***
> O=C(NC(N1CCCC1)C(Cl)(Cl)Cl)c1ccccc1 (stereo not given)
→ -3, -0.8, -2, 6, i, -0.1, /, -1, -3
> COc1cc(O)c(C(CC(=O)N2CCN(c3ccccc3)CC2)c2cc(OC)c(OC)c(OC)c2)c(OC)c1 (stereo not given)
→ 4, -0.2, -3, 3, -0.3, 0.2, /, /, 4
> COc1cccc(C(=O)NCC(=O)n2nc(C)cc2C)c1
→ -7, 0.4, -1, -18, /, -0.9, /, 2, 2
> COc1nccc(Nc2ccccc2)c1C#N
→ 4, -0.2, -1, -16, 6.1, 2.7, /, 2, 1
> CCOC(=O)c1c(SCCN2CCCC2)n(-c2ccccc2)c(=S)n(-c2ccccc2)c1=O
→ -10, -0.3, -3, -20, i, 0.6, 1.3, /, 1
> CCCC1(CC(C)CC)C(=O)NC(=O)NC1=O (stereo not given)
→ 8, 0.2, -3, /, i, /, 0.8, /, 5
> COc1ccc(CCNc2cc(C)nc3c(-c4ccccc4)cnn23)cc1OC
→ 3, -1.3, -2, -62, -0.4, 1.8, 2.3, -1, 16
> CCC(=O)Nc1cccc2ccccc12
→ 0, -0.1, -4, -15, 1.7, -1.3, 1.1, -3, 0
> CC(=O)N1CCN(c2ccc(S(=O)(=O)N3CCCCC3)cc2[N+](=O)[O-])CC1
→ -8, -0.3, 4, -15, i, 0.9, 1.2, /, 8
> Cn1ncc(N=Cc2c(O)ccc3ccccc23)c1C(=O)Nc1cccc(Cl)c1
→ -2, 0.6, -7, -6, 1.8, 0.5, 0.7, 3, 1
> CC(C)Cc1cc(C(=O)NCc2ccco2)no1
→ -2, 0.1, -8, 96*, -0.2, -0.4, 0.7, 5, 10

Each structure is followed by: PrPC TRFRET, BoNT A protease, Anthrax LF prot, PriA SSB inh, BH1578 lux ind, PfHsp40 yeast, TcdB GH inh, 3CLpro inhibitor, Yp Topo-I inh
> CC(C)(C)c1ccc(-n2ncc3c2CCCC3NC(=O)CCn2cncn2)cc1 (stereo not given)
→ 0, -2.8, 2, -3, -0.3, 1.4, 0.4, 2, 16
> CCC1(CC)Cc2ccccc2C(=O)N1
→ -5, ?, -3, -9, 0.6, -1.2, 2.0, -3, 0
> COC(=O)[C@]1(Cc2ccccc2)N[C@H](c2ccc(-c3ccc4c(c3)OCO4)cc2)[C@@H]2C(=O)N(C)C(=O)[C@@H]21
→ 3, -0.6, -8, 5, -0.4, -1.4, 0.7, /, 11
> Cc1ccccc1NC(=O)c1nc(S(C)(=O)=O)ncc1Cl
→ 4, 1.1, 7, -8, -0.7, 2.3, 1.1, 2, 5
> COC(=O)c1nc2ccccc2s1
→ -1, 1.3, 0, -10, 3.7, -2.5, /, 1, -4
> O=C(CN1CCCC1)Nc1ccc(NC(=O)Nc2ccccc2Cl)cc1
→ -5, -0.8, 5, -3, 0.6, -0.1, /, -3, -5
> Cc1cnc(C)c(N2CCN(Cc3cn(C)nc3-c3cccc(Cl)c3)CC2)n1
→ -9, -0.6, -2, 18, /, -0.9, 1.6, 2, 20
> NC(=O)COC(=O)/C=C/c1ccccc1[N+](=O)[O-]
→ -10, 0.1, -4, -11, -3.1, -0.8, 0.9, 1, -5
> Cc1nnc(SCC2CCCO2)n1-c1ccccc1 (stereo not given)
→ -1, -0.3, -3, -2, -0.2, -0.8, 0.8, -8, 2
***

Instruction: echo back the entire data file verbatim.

> O=C(NC(N1CCCC1)C(Cl)(Cl)Cl)c1ccccc1 (stereo not given)
→ -3, -0.8, -2, 6, i, -0.1, /, -1, -3
> COc1cc(O)c(C(CC(=O)N2CCN(c3ccccc3)CC2)c2cc(OC)c(OC)c(OC)c2)c(OC)c1 (stereo not given)
→ 4, -0.2, -3, 3, -0.3, 0.2, /, /, 4
> COc1cccc(C(=O)NCC(=O)n2nc(C)cc2C)c1
→ -7, 0.4, -1, -18, /, -0.9, /, 2, 2
> COc1nccc(Nc2ccccc2)c1C#N
→ 4, -0.2, -1, -16, 6.1, 2.7, /, 2, 1
> CCOC(=O)c1c(SCCN2CCCC2)n(-c2ccccc2)c(=S)n(-c2ccccc2)c1=O
→ -10, -0.3, -3, -20, i, 0.6, 1.3, /, 1
> CCCC1(CC(C)CC)C(=O)NC(=O)NC1=O (stereo not given)
→ 8, 0.2, -3, /, i, /, 0.8, /, 5
> COc1ccc(CCNc2cc(C)nc3c(-c4ccccc4)cnn23)cc1OC
→ 3, -1.3, -2, -62, -0.4, 1.8, 2.3, -1, 16
> CCC(=O)Nc1cccc2ccccc12
→ 0, -0.1, -4, -15, 1.7, -1.3, 1.1, -3, 0
> CC(=O)N1CCN(c2ccc(S(=O)(=O)N3CCCCC3)cc2[N+](=O)[O-])CC1
→ -8, -0.3, 4, -15, i, 0.9, 1.2, /, 8
> Cn1ncc(N=Cc2c(O)ccc3ccccc23)c1C(=O)Nc1cccc(Cl)c1
→ -2, 0.6, -7, -6, 1.8, 0.5, 0.7, 3, 1
> CC(C)Cc1cc(C(=O)NCc2ccco2)no1
→ -2, 0.1, -8, 96*, -0.2, -0.4, 0.7, 5, 10

Each structure is followed by: PrPC TRFRET, BoNT A protease, Anthrax LF prot, PriA SSB inh, BH1578 lux ind, PfHsp40 yeast, TcdB GH inh, 3CLpro inhibitor, Yp Topo-I inh
> CC(C)(C)c1ccc(-n2ncc3c2CCCC3NC(=O)CCn2cncn2)cc1 (stereo not given)
→ 0, -2.8, 2, -3, -0.3, 1.4, 0.4, 2, 16
> CCC1(CC)Cc2ccccc2C(=O)N1
→ -5, ?, -3, -9, 0.6, -1.2, 2.0, -3, 0
> COC(=O)[C@]1(Cc2ccccc2)N[C@H](c2ccc(-c3ccc4c(c3)OCO4)cc2)[C@@H]2C(=O)N(C)C(=O)[C@@H]21
→ 3, -0.6, -8, 5, -0.4, -1.4, 0.7, /, 11
> Cc1ccccc1NC(=O)c1nc(S(C)(=O)=O)ncc1Cl
→ 4, 1.1, 7, -8, -0.7, 2.3, 1.1, 2, 5
> COC(=O)c1nc2ccccc2s1
→ -1, 1.3, 0, -10, 3.7, -2.5, /, 1, -4
> O=C(CN1CCCC1)Nc1ccc(NC(=O)Nc2ccccc2Cl)cc1
→ -5, -0.8, 5, -3, 0.6, -0.1, /, -3, -5
> Cc1cnc(C)c(N2CCN(Cc3cn(C)nc3-c3cccc(Cl)c3)CC2)n1
→ -9, -0.6, -2, 18, /, -0.9, 1.6, 2, 20
> NC(=O)COC(=O)/C=C/c1ccccc1[N+](=O)[O-]
→ -10, 0.1, -4, -11, -3.1, -0.8, 0.9, 1, -5
> Cc1nnc(SCC2CCCO2)n1-c1ccccc1 (stereo not given)
→ -1, -0.3, -3, -2, -0.2, -0.8, 0.8, -8, 2